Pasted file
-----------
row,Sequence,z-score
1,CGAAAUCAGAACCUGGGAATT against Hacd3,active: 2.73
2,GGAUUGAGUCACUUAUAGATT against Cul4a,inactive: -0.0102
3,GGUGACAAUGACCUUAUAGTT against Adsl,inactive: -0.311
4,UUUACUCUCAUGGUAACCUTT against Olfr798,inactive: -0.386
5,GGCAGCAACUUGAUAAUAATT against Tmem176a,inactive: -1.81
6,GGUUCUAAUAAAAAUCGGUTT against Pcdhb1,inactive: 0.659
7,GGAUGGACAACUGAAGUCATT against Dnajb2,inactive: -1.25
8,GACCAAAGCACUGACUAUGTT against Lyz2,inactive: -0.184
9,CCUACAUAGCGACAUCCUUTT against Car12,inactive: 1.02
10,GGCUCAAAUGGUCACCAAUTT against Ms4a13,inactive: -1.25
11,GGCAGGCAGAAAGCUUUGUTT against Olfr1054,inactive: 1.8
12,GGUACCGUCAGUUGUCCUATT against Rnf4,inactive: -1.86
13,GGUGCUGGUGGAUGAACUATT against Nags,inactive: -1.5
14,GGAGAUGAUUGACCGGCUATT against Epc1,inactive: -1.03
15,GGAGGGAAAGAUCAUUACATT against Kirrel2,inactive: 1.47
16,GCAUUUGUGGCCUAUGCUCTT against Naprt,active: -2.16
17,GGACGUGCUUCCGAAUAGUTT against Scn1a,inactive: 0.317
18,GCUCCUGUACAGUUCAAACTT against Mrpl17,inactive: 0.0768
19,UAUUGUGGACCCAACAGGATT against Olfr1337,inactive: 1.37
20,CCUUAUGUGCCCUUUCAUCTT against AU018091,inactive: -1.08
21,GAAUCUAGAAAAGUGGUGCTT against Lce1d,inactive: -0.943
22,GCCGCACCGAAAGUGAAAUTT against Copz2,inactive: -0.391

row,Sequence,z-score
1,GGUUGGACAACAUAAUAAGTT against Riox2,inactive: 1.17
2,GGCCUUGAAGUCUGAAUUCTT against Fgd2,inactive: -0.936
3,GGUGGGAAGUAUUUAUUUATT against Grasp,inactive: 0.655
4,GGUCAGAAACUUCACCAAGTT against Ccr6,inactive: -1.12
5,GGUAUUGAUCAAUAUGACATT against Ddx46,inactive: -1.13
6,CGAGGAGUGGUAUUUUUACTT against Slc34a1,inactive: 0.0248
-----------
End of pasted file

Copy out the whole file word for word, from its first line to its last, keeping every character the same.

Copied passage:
row,Sequence,z-score
1,CGAAAUCAGAACCUGGGAATT against Hacd3,active: 2.73
2,GGAUUGAGUCACUUAUAGATT against Cul4a,inactive: -0.0102
3,GGUGACAAUGACCUUAUAGTT against Adsl,inactive: -0.311
4,UUUACUCUCAUGGUAACCUTT against Olfr798,inactive: -0.386
5,GGCAGCAACUUGAUAAUAATT against Tmem176a,inactive: -1.81
6,GGUUCUAAUAAAAAUCGGUTT against Pcdhb1,inactive: 0.659
7,GGAUGGACAACUGAAGUCATT against Dnajb2,inactive: -1.25
8,GACCAAAGCACUGACUAUGTT against Lyz2,inactive: -0.184
9,CCUACAUAGCGACAUCCUUTT against Car12,inactive: 1.02
10,GGCUCAAAUGGUCACCAAUTT against Ms4a13,inactive: -1.25
11,GGCAGGCAGAAAGCUUUGUTT against Olfr1054,inactive: 1.8
12,GGUACCGUCAGUUGUCCUATT against Rnf4,inactive: -1.86
13,GGUGCUGGUGGAUGAACUATT against Nags,inactive: -1.5
14,GGAGAUGAUUGACCGGCUATT against Epc1,inactive: -1.03
15,GGAGGGAAAGAUCAUUACATT against Kirrel2,inactive: 1.47
16,GCAUUUGUGGCCUAUGCUCTT against Naprt,active: -2.16
17,GGACGUGCUUCCGAAUAGUTT against Scn1a,inactive: 0.317
18,GCUCCUGUACAGUUCAAACTT against Mrpl17,inactive: 0.0768
19,UAUUGUGGACCCAACAGGATT against Olfr1337,inactive: 1.37
20,CCUUAUGUGCCCUUUCAUCTT against AU018091,inactive: -1.08
21,GAAUCUAGAAAAGUGGUGCTT against Lce1d,inactive: -0.943
22,GCCGCACCGAAAGUGAAAUTT against Copz2,inactive: -0.391

row,Sequence,z-score
1,GGUUGGACAACAUAAUAAGTT against Riox2,inactive: 1.17
2,GGCCUUGAAGUCUGAAUUCTT against Fgd2,inactive: -0.936
3,GGUGGGAAGUAUUUAUUUATT against Grasp,inactive: 0.655
4,GGUCAGAAACUUCACCAAGTT against Ccr6,inactive: -1.12
5,GGUAUUGAUCAAUAUGACATT against Ddx46,inactive: -1.13
6,CGAGGAGUGGUAUUUUUACTT against Slc34a1,inactive: 0.0248